Fig. 1 Conventional angiogram image showing significant mid-LAD stenosis.

Fig. 1 Conventional angiogram image showing significant mid-LAD stenosis.

Fig. 2 Optical coherence tomography of left main coronary artery.

Fig. 2 Optical coherence tomography of left main coronary artery.

Fig. 3 Zoomed view of the optical coherence tomography image of left main coronary artery depicting thin-cap fibroatheroma.

Fig. 3 Zoomed view of the optical coherence tomography image of left main coronary artery depicting thin-cap fibroatheroma.

Usually, TCF represents a vulnerable plaque. The point discussed, in this case, was where the obstructive mid-LAD lesion or the TCF of LMCA is the culprit lesion. As the post-MI angina is due to the obstructive mid-LAD lesion, we did stenting to mid-LAD with 2.5 × 28 mm drug eluting stent (DES) (Fig. 4) and poststenting OCT run was taken. Uniform stent opposition was confirmed and also showed that TCF in LMCA was not disrupted. He was continued on DAPT (aspirin and prasugrel) with a high dose of rosuvastatin along with ACEI and β-blockers. He was discharged three days after the procedure and is in close follow-up since then.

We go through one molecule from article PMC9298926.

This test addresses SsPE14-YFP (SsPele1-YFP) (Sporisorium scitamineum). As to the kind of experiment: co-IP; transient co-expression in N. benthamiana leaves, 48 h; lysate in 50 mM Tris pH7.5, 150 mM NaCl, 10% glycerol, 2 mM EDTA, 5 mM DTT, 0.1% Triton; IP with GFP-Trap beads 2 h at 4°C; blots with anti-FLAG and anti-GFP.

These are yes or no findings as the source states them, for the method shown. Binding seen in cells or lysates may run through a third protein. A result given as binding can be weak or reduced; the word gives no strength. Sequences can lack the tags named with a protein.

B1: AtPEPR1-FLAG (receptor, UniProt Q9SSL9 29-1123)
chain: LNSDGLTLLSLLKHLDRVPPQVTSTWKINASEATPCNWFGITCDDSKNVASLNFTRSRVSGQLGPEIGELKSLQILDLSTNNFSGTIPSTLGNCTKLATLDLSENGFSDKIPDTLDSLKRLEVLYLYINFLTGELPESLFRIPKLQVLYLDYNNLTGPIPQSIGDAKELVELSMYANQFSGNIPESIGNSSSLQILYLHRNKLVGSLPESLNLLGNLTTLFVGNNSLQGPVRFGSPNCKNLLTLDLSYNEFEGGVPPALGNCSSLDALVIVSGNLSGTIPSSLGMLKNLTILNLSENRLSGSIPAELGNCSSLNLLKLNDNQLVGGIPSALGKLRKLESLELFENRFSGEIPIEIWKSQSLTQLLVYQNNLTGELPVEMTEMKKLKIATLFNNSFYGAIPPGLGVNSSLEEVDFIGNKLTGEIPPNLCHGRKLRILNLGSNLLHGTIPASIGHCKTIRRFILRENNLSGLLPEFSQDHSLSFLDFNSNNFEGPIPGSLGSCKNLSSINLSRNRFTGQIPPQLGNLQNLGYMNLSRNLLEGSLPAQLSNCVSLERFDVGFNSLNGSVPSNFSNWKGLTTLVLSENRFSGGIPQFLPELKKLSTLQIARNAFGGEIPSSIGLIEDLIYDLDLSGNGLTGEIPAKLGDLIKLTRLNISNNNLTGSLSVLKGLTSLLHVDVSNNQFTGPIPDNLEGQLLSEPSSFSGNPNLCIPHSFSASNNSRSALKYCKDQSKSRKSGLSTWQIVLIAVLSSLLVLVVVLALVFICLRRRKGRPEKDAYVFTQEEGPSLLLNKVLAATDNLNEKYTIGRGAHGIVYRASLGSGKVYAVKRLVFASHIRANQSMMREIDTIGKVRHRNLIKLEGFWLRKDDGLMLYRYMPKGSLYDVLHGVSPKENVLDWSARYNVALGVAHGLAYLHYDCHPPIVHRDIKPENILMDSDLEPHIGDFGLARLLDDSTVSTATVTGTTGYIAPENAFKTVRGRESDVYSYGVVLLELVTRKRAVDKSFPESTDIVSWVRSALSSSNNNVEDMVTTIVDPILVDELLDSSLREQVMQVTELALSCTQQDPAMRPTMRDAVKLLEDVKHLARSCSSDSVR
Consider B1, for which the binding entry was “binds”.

Fig. 4 Post–percutaneous coronary angioplasty mid-LAD.

Fig. 4 Post–percutaneous coronary angioplasty mid-LAD.

Discussion

A conventional coronary angiogram is a 2D imaging modality and is bound to miss numerous nonobstructive plaques and fibroatheromas. Although IVUS and coronary angioscopy also help in identifying and delineating fibrous cap atheromas (TCF), OCT is more superior to detect them.4 5 As OCT provides better spatial resolution with good delineation of 4–20 µm size, the histological components of coronary plaques and measurement for TCF are very reliable.2 6